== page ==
Proceedings of the National Academy of Sciences of the United States of America
Posttranslational modification is an important element in circadian clock function from cyanobacteria through plants and mammals. For example, a number of key clock components are phosphorylated and thereby marked for subsequent ubiquitination and degradation. Through forward genetic analysis we demonstrate that protein arginine methyltransferase 5 (PRMT5; At4g31120) is a critical determinant of circadian period in Arabidopsis. PRMT5 is coregulated with a set of 1,253 genes that shows alterations in phase of expression in response to entrainment to thermocycles versus photocycles in constant temperature. PRMT5 encodes a type II protein arginine methyltransferase that catalyzes the symmetric dimethylation of arginine residues (Rsme2). Rsme2 modification has been observed in many taxa, and targets include histones, components of the transcription complex, and components of the spliceosome. Neither arginine methylation nor PRMT5 has been implicated previously in circadian clock function, but the period lengthening associated with mutational disruption of prmt5 indicates that Rsme2 is a decoration important for the Arabidopsis clock and possibly for clocks in general.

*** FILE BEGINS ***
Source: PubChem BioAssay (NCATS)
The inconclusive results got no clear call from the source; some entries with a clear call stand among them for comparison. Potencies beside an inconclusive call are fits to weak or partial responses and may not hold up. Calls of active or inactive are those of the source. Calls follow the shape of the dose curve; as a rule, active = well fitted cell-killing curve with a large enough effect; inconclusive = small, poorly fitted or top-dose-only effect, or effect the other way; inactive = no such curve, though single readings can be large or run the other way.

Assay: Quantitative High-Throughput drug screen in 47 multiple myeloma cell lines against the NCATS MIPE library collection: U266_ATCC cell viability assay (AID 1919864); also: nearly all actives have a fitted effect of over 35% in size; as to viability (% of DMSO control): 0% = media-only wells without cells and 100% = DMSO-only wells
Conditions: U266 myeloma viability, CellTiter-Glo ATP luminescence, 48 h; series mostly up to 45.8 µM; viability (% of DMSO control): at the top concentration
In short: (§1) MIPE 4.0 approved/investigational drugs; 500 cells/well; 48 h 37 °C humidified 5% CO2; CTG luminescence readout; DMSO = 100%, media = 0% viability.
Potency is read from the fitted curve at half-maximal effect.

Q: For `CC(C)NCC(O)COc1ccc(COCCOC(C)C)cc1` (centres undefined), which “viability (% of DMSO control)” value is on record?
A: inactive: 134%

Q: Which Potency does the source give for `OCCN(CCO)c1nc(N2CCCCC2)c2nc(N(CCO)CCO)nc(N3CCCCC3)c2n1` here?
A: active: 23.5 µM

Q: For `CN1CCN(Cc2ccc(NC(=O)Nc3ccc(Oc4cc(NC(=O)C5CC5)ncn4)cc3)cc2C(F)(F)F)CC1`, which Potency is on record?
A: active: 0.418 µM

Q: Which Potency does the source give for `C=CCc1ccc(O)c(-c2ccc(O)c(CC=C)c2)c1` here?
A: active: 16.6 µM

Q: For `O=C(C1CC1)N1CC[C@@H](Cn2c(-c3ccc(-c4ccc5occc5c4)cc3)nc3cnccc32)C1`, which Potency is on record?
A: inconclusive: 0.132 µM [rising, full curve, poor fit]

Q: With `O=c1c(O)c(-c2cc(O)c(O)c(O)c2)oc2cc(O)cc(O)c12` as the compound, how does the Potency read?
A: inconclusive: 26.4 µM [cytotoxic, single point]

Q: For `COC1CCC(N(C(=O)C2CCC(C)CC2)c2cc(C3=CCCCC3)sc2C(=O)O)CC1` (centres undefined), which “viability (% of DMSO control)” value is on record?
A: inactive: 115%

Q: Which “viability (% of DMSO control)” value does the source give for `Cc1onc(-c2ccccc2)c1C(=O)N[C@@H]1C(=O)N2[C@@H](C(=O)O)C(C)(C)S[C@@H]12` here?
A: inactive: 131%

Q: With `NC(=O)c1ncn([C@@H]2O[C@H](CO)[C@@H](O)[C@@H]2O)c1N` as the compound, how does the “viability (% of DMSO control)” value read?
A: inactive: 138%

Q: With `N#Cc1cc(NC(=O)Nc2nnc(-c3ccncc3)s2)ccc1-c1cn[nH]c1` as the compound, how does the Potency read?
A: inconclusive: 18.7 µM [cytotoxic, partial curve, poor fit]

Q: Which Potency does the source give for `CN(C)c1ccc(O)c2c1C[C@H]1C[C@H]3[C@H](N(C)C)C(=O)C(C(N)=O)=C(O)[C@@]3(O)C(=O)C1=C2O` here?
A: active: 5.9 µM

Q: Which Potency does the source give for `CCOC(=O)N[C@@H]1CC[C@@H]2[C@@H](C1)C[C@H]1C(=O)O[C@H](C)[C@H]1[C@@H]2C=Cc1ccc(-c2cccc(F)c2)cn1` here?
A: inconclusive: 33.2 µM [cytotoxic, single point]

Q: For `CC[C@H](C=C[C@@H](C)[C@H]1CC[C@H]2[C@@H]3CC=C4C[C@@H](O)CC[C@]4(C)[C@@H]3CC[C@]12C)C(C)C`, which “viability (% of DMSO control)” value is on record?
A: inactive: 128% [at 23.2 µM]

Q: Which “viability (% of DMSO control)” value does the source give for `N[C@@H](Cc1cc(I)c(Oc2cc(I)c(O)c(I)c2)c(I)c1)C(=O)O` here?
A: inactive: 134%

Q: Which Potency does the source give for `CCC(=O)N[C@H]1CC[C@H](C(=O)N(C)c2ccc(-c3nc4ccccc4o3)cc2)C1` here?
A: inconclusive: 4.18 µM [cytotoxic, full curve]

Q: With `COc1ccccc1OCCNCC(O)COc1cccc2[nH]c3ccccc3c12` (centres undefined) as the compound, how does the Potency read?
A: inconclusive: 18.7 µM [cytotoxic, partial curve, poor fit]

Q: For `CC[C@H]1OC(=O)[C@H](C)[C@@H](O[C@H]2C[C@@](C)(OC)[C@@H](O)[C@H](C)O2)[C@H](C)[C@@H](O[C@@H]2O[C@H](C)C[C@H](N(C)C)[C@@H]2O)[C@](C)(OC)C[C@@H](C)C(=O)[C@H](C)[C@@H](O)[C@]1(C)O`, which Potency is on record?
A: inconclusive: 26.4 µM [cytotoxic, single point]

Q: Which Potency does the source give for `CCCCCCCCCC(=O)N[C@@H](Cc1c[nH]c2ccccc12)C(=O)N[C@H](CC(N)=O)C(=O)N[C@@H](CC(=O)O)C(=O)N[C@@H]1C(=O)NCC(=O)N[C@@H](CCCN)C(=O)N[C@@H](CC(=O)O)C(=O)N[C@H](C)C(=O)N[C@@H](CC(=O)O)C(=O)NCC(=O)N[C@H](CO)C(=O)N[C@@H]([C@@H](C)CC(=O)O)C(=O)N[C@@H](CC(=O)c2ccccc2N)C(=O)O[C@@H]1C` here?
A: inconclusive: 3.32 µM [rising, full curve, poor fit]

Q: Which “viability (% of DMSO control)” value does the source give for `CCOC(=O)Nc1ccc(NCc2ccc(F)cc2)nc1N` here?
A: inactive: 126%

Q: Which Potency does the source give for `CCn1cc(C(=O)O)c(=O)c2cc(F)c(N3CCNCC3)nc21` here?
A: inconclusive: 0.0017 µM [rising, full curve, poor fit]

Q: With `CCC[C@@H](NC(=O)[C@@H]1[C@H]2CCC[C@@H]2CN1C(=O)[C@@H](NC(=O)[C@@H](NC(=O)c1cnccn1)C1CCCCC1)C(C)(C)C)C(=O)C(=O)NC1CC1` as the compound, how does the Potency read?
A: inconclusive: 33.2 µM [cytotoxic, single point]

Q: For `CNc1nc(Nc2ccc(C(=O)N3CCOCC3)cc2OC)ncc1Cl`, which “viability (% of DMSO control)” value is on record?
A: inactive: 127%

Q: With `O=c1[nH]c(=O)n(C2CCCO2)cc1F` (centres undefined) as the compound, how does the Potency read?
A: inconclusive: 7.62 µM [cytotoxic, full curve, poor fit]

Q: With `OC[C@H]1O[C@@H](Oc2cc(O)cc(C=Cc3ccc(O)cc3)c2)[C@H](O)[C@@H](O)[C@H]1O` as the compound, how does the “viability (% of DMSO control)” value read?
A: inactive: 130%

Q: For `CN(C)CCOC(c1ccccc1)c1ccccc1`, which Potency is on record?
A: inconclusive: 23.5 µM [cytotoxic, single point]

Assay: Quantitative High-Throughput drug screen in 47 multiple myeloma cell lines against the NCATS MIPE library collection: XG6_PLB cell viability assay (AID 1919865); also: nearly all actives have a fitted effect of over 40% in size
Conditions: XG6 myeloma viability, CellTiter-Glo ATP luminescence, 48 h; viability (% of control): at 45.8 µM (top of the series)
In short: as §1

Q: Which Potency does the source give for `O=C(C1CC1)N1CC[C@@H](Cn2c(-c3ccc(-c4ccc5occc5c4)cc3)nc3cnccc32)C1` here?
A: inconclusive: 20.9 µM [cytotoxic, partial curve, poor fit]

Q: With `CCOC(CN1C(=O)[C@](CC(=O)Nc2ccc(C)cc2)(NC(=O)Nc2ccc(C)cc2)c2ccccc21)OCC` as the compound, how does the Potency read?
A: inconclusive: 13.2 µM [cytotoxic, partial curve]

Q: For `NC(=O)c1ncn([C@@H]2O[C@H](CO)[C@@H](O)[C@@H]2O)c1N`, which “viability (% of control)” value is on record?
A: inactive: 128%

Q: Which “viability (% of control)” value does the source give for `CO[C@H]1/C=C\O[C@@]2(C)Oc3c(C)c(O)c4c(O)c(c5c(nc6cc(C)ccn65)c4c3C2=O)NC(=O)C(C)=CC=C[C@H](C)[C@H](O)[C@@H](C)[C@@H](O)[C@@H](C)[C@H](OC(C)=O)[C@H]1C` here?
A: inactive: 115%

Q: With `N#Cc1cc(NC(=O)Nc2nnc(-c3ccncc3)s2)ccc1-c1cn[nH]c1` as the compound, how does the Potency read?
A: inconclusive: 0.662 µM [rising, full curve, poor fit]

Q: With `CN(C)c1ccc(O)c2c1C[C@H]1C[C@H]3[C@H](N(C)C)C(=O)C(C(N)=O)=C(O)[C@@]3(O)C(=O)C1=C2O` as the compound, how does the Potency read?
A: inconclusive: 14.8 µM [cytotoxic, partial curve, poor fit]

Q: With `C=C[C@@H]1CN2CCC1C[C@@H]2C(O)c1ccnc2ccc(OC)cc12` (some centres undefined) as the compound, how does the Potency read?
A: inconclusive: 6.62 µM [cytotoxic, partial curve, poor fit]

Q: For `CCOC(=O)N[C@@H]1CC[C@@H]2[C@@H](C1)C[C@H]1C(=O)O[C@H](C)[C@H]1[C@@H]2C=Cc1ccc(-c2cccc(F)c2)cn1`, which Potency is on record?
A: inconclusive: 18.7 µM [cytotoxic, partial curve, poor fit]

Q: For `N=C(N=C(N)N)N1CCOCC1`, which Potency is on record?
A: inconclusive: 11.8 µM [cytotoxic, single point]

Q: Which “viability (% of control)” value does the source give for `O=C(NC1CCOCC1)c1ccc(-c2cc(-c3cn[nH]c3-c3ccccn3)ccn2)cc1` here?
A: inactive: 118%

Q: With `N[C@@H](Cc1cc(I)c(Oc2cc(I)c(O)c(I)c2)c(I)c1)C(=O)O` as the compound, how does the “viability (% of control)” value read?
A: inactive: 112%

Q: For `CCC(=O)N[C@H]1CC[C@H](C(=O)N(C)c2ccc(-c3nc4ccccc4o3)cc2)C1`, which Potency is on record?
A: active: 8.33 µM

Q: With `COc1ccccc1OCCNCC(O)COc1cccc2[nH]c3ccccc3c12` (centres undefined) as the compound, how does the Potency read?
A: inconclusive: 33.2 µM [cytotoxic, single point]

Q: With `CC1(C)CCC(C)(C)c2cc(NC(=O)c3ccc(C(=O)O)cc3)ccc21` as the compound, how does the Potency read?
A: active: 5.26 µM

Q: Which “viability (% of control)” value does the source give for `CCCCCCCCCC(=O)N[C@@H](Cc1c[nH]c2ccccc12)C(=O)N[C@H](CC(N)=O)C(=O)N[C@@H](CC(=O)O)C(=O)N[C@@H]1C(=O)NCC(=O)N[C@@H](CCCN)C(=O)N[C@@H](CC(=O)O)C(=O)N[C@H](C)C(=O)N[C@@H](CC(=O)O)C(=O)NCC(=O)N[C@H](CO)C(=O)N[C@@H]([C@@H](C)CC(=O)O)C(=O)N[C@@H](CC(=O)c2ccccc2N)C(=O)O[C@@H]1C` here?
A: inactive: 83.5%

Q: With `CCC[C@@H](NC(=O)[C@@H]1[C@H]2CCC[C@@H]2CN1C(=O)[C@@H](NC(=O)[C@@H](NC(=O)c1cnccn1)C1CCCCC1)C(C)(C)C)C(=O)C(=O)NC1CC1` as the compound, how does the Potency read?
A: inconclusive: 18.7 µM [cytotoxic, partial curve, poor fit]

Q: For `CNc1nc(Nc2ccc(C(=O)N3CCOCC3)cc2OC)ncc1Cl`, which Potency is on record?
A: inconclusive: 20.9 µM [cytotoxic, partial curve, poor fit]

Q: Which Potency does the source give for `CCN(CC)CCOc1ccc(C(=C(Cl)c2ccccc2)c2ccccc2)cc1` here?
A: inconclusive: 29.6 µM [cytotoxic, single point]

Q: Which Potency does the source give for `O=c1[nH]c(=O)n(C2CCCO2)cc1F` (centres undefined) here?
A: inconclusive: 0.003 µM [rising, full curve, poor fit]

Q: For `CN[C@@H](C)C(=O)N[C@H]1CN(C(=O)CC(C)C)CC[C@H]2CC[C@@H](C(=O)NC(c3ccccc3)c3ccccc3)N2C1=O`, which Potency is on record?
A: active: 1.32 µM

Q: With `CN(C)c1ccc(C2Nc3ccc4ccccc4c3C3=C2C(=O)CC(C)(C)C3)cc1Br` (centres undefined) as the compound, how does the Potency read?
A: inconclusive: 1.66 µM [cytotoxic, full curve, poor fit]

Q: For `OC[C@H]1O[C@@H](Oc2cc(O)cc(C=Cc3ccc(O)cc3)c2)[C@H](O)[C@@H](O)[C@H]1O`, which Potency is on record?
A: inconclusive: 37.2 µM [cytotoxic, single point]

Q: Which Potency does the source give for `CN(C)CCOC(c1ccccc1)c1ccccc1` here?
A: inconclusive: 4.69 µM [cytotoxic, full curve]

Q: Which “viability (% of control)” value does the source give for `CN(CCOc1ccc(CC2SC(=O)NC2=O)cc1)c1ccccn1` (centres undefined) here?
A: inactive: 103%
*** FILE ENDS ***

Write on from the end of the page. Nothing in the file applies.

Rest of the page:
Hong, Sunghyun; Song, Hae-Ryoung; Lutz, Kerry; Kerstetter, Randall A.; Michael, Todd P.; and McClung, C. Robertson, "Type II Protein Arginine Methyltransferase 5 (PRMT5) Is Required for Circadian Pperiod Determination in Arabidopsis Thaliana" (2010). Open Dartmouth: Peer-reviewed articles by Dartmouth faculty. 1525.